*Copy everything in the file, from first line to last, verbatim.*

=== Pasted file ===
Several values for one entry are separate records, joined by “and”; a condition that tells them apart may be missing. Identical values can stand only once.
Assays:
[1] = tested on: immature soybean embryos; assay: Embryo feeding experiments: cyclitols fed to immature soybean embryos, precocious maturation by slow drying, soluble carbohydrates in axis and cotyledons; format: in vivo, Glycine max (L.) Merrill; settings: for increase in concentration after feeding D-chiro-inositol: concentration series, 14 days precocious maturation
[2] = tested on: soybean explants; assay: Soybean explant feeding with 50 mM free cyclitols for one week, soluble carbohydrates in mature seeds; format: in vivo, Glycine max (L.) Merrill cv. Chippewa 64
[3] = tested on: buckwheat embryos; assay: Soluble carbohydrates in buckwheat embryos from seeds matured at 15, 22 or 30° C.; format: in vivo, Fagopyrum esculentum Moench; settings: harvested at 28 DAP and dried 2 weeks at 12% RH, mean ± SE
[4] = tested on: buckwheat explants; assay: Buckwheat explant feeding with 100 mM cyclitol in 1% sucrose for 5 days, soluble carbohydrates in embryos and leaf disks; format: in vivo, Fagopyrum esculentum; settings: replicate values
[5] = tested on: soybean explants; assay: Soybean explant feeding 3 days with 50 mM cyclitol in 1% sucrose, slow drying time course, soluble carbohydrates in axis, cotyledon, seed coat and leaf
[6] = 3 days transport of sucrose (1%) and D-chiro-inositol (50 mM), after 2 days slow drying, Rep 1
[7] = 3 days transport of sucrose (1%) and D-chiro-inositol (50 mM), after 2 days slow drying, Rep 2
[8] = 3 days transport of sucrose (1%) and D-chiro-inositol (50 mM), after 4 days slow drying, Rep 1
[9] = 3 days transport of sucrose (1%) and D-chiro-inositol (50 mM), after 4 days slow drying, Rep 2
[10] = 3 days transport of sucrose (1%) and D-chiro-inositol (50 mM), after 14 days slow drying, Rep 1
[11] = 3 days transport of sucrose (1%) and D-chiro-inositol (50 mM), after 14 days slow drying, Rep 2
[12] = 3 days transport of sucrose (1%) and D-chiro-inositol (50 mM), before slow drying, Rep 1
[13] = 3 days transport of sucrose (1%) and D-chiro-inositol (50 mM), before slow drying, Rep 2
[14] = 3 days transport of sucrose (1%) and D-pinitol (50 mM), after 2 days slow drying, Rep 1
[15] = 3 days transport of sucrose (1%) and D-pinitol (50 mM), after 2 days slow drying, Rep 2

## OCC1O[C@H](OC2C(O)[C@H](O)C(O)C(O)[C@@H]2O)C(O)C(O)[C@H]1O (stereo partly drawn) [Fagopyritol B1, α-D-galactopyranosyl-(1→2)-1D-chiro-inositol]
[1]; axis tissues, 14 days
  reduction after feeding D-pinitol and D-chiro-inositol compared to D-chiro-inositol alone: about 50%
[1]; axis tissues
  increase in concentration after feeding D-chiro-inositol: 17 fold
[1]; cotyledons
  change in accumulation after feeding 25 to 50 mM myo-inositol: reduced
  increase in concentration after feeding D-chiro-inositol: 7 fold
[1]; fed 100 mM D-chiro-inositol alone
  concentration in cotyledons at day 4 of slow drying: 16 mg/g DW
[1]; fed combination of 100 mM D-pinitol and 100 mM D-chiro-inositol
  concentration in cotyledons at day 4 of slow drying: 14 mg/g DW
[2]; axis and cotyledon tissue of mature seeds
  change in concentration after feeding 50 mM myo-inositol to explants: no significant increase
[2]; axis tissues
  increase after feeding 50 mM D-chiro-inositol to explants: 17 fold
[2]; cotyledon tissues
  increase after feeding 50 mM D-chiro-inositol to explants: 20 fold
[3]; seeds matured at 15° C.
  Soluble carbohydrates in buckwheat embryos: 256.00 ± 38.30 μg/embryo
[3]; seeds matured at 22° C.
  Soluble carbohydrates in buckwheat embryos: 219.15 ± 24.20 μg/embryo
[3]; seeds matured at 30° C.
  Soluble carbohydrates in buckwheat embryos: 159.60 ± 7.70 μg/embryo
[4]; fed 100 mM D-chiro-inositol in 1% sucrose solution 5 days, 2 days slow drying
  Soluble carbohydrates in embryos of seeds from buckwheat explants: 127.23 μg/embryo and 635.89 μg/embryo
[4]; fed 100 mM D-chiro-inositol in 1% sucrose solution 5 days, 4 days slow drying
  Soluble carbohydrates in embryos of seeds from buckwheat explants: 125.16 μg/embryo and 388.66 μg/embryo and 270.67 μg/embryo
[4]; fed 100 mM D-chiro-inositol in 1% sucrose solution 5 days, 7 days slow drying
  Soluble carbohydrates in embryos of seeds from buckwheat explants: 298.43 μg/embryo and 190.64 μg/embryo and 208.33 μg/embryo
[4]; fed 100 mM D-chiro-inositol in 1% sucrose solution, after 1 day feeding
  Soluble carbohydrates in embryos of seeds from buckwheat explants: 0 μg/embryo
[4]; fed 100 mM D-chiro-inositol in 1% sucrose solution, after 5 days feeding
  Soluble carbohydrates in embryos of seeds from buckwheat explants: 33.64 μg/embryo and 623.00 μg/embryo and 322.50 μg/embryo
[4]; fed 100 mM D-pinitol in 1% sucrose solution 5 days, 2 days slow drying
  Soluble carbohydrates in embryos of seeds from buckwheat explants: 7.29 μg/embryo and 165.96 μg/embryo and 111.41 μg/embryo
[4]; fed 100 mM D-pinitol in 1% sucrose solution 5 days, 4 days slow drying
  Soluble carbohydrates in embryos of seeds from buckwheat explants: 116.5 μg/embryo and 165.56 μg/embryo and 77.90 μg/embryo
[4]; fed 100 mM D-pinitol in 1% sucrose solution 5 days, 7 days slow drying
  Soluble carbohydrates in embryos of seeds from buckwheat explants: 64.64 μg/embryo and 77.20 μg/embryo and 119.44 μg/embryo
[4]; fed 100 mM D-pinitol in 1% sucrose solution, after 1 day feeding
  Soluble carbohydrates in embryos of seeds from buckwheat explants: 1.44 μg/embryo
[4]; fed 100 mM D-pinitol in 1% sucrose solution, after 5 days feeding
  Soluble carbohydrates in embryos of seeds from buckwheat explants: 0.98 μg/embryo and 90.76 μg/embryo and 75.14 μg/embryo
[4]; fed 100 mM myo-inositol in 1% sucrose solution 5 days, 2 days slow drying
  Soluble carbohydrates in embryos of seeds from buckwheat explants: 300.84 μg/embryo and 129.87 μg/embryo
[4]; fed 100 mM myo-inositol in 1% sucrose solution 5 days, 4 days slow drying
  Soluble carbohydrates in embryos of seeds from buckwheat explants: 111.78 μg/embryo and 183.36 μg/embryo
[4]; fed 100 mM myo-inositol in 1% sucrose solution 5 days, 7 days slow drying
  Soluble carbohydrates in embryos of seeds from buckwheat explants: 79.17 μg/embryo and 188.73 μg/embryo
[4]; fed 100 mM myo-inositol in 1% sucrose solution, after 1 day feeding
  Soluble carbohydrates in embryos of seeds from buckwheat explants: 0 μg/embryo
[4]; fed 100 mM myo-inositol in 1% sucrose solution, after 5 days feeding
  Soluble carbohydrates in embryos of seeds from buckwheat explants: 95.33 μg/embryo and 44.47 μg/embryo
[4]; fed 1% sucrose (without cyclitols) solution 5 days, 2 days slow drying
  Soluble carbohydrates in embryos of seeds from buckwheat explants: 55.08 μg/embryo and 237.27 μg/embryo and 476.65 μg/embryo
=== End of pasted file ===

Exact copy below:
Several values for one entry are separate records, joined by “and”; a condition that tells them apart may be missing. Identical values can stand only once.
Assays:
[1] = tested on: immature soybean embryos; assay: Embryo feeding experiments: cyclitols fed to immature soybean embryos, precocious maturation by slow drying, soluble carbohydrates in axis and cotyledons; format: in vivo, Glycine max (L.) Merrill; settings: for increase in concentration after feeding D-chiro-inositol: concentration series, 14 days precocious maturation
[2] = tested on: soybean explants; assay: Soybean explant feeding with 50 mM free cyclitols for one week, soluble carbohydrates in mature seeds; format: in vivo, Glycine max (L.) Merrill cv. Chippewa 64
[3] = tested on: buckwheat embryos; assay: Soluble carbohydrates in buckwheat embryos from seeds matured at 15, 22 or 30° C.; format: in vivo, Fagopyrum esculentum Moench; settings: harvested at 28 DAP and dried 2 weeks at 12% RH, mean ± SE
[4] = tested on: buckwheat explants; assay: Buckwheat explant feeding with 100 mM cyclitol in 1% sucrose for 5 days, soluble carbohydrates in embryos and leaf disks; format: in vivo, Fagopyrum esculentum; settings: replicate values
[5] = tested on: soybean explants; assay: Soybean explant feeding 3 days with 50 mM cyclitol in 1% sucrose, slow drying time course, soluble carbohydrates in axis, cotyledon, seed coat and leaf
[6] = 3 days transport of sucrose (1%) and D-chiro-inositol (50 mM), after 2 days slow drying, Rep 1
[7] = 3 days transport of sucrose (1%) and D-chiro-inositol (50 mM), after 2 days slow drying, Rep 2
[8] = 3 days transport of sucrose (1%) and D-chiro-inositol (50 mM), after 4 days slow drying, Rep 1
[9] = 3 days transport of sucrose (1%) and D-chiro-inositol (50 mM), after 4 days slow drying, Rep 2
[10] = 3 days transport of sucrose (1%) and D-chiro-inositol (50 mM), after 14 days slow drying, Rep 1
[11] = 3 days transport of sucrose (1%) and D-chiro-inositol (50 mM), after 14 days slow drying, Rep 2
[12] = 3 days transport of sucrose (1%) and D-chiro-inositol (50 mM), before slow drying, Rep 1
[13] = 3 days transport of sucrose (1%) and D-chiro-inositol (50 mM), before slow drying, Rep 2
[14] = 3 days transport of sucrose (1%) and D-pinitol (50 mM), after 2 days slow drying, Rep 1
[15] = 3 days transport of sucrose (1%) and D-pinitol (50 mM), after 2 days slow drying, Rep 2

## OCC1O[C@H](OC2C(O)[C@H](O)C(O)C(O)[C@@H]2O)C(O)C(O)[C@H]1O (stereo partly drawn) [Fagopyritol B1, α-D-galactopyranosyl-(1→2)-1D-chiro-inositol]
[1]; axis tissues, 14 days
  reduction after feeding D-pinitol and D-chiro-inositol compared to D-chiro-inositol alone: about 50%
[1]; axis tissues
  increase in concentration after feeding D-chiro-inositol: 17 fold
[1]; cotyledons
  change in accumulation after feeding 25 to 50 mM myo-inositol: reduced
  increase in concentration after feeding D-chiro-inositol: 7 fold
[1]; fed 100 mM D-chiro-inositol alone
  concentration in cotyledons at day 4 of slow drying: 16 mg/g DW
[1]; fed combination of 100 mM D-pinitol and 100 mM D-chiro-inositol
  concentration in cotyledons at day 4 of slow drying: 14 mg/g DW
[2]; axis and cotyledon tissue of mature seeds
  change in concentration after feeding 50 mM myo-inositol to explants: no significant increase
[2]; axis tissues
  increase after feeding 50 mM D-chiro-inositol to explants: 17 fold
[2]; cotyledon tissues
  increase after feeding 50 mM D-chiro-inositol to explants: 20 fold
[3]; seeds matured at 15° C.
  Soluble carbohydrates in buckwheat embryos: 256.00 ± 38.30 μg/embryo
[3]; seeds matured at 22° C.
  Soluble carbohydrates in buckwheat embryos: 219.15 ± 24.20 μg/embryo
[3]; seeds matured at 30° C.
  Soluble carbohydrates in buckwheat embryos: 159.60 ± 7.70 μg/embryo
[4]; fed 100 mM D-chiro-inositol in 1% sucrose solution 5 days, 2 days slow drying
  Soluble carbohydrates in embryos of seeds from buckwheat explants: 127.23 μg/embryo and 635.89 μg/embryo
[4]; fed 100 mM D-chiro-inositol in 1% sucrose solution 5 days, 4 days slow drying
  Soluble carbohydrates in embryos of seeds from buckwheat explants: 125.16 μg/embryo and 388.66 μg/embryo and 270.67 μg/embryo
[4]; fed 100 mM D-chiro-inositol in 1% sucrose solution 5 days, 7 days slow drying
  Soluble carbohydrates in embryos of seeds from buckwheat explants: 298.43 μg/embryo and 190.64 μg/embryo and 208.33 μg/embryo
[4]; fed 100 mM D-chiro-inositol in 1% sucrose solution, after 1 day feeding
  Soluble carbohydrates in embryos of seeds from buckwheat explants: 0 μg/embryo
[4]; fed 100 mM D-chiro-inositol in 1% sucrose solution, after 5 days feeding
  Soluble carbohydrates in embryos of seeds from buckwheat explants: 33.64 μg/embryo and 623.00 μg/embryo and 322.50 μg/embryo
[4]; fed 100 mM D-pinitol in 1% sucrose solution 5 days, 2 days slow drying
  Soluble carbohydrates in embryos of seeds from buckwheat explants: 7.29 μg/embryo and 165.96 μg/embryo and 111.41 μg/embryo
[4]; fed 100 mM D-pinitol in 1% sucrose solution 5 days, 4 days slow drying
  Soluble carbohydrates in embryos of seeds from buckwheat explants: 116.5 μg/embryo and 165.56 μg/embryo and 77.90 μg/embryo
[4]; fed 100 mM D-pinitol in 1% sucrose solution 5 days, 7 days slow drying
  Soluble carbohydrates in embryos of seeds from buckwheat explants: 64.64 μg/embryo and 77.20 μg/embryo and 119.44 μg/embryo
[4]; fed 100 mM D-pinitol in 1% sucrose solution, after 1 day feeding
  Soluble carbohydrates in embryos of seeds from buckwheat explants: 1.44 μg/embryo
[4]; fed 100 mM D-pinitol in 1% sucrose solution, after 5 days feeding
  Soluble carbohydrates in embryos of seeds from buckwheat explants: 0.98 μg/embryo and 90.76 μg/embryo and 75.14 μg/embryo
[4]; fed 100 mM myo-inositol in 1% sucrose solution 5 days, 2 days slow drying
  Soluble carbohydrates in embryos of seeds from buckwheat explants: 300.84 μg/embryo and 129.87 μg/embryo
[4]; fed 100 mM myo-inositol in 1% sucrose solution 5 days, 4 days slow drying
  Soluble carbohydrates in embryos of seeds from buckwheat explants: 111.78 μg/embryo and 183.36 μg/embryo
[4]; fed 100 mM myo-inositol in 1% sucrose solution 5 days, 7 days slow drying
  Soluble carbohydrates in embryos of seeds from buckwheat explants: 79.17 μg/embryo and 188.73 μg/embryo
[4]; fed 100 mM myo-inositol in 1% sucrose solution, after 1 day feeding
  Soluble carbohydrates in embryos of seeds from buckwheat explants: 0 μg/embryo
[4]; fed 100 mM myo-inositol in 1% sucrose solution, after 5 days feeding
  Soluble carbohydrates in embryos of seeds from buckwheat explants: 95.33 μg/embryo and 44.47 μg/embryo
[4]; fed 1% sucrose (without cyclitols) solution 5 days, 2 days slow drying
  Soluble carbohydrates in embryos of seeds from buckwheat explants: 55.08 μg/embryo and 237.27 μg/embryo and 476.65 μg/embryo